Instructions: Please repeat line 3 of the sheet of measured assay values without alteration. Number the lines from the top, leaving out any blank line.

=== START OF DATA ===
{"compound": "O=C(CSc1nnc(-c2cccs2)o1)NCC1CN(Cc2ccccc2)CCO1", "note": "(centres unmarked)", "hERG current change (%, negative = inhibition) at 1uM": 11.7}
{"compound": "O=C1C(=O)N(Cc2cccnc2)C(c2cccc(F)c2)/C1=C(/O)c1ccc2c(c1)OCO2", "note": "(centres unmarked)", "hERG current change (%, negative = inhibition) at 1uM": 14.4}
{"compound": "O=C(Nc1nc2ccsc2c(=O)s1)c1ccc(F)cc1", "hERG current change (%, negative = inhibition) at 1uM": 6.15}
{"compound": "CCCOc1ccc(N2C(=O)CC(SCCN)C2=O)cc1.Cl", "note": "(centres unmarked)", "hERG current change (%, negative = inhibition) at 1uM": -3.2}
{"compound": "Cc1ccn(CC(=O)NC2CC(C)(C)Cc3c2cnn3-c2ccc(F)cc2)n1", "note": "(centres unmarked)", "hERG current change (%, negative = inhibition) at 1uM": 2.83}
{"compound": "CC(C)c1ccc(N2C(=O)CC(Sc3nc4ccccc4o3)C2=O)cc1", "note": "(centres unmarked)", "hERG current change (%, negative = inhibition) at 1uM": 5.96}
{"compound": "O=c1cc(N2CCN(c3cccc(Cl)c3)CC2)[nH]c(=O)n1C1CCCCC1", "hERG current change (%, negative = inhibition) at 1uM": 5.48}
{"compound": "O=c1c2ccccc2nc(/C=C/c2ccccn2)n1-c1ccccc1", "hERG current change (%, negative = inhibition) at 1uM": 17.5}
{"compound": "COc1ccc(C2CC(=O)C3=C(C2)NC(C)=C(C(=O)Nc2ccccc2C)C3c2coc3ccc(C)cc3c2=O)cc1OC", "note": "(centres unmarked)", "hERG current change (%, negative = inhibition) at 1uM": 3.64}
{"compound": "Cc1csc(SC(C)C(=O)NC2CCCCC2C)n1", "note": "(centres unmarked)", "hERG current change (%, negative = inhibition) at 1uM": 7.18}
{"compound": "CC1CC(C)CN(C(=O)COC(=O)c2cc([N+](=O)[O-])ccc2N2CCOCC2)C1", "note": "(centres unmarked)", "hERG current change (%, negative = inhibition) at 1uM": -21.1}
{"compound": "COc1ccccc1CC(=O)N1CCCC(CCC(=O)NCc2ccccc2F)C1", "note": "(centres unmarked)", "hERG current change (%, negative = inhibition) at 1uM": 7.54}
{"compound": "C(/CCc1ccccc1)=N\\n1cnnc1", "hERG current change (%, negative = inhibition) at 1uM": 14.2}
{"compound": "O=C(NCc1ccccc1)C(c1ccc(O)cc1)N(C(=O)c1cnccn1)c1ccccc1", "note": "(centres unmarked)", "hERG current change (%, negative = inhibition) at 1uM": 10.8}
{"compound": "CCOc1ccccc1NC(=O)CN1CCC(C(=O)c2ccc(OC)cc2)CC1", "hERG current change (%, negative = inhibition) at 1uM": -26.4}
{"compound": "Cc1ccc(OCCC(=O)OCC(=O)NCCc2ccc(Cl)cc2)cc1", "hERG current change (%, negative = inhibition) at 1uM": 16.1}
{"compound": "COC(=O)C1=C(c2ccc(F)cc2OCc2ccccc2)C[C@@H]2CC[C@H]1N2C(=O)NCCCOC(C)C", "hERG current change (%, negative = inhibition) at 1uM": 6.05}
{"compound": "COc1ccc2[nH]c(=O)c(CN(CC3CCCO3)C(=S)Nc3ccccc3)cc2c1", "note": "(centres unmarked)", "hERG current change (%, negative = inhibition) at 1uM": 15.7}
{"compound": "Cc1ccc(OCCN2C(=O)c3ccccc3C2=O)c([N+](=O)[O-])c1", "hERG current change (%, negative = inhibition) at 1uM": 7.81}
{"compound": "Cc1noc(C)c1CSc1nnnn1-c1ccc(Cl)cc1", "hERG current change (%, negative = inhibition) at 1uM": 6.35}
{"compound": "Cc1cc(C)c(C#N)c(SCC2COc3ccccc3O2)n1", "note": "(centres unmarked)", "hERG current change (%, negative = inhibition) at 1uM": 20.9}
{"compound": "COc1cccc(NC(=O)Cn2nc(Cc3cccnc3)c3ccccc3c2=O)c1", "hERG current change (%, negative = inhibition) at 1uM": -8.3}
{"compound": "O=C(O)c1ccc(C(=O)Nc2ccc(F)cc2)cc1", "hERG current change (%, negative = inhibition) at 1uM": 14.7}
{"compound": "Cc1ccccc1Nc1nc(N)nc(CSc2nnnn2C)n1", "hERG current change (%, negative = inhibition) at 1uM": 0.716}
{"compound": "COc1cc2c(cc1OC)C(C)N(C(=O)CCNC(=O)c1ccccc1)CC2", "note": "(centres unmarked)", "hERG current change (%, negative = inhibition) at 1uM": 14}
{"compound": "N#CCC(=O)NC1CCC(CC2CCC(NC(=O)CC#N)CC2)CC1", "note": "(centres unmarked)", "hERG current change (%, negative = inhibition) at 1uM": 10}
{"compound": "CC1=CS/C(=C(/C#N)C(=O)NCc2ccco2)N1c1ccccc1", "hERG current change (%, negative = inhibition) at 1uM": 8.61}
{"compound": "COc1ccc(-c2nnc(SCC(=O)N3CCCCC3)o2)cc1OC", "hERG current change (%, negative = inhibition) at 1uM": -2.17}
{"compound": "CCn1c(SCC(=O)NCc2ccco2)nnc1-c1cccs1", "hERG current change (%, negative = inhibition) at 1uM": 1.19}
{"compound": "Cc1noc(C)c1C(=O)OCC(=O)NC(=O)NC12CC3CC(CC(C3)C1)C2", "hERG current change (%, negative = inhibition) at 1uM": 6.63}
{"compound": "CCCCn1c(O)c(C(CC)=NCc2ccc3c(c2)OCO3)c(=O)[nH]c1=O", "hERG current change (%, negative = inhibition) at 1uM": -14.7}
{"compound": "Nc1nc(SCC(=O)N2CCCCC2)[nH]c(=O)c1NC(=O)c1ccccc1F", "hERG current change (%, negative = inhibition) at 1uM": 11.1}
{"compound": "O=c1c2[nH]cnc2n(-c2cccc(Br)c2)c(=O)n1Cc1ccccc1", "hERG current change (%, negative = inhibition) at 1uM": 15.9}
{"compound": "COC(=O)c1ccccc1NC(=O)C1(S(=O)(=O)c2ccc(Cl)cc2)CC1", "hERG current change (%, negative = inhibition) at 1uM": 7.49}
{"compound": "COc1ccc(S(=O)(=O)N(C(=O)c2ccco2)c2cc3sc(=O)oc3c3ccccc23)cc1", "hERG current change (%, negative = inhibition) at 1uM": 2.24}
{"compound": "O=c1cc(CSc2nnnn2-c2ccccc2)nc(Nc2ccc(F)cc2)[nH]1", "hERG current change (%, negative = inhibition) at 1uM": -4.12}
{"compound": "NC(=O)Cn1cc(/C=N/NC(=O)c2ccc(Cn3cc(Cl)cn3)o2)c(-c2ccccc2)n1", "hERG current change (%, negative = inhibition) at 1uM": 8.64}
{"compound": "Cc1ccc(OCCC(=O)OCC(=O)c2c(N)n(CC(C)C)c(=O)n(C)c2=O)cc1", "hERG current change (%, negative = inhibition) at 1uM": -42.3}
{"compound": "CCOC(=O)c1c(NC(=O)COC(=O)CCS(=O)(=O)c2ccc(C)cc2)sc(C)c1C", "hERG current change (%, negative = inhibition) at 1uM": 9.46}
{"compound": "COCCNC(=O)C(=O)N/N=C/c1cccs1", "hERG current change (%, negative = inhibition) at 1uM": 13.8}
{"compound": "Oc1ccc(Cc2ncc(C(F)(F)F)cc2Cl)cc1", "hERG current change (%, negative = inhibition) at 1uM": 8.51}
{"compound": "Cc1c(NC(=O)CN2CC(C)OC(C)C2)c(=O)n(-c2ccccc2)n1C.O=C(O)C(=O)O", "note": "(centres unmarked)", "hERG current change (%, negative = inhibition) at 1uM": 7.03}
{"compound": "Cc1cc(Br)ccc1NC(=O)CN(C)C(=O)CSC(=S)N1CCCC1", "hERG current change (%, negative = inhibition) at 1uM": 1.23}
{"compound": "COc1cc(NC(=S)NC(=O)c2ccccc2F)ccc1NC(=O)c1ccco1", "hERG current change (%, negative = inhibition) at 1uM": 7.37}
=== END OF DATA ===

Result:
{"compound": "O=C(Nc1nc2ccsc2c(=O)s1)c1ccc(F)cc1", "hERG current change (%, negative = inhibition) at 1uM": 6.15}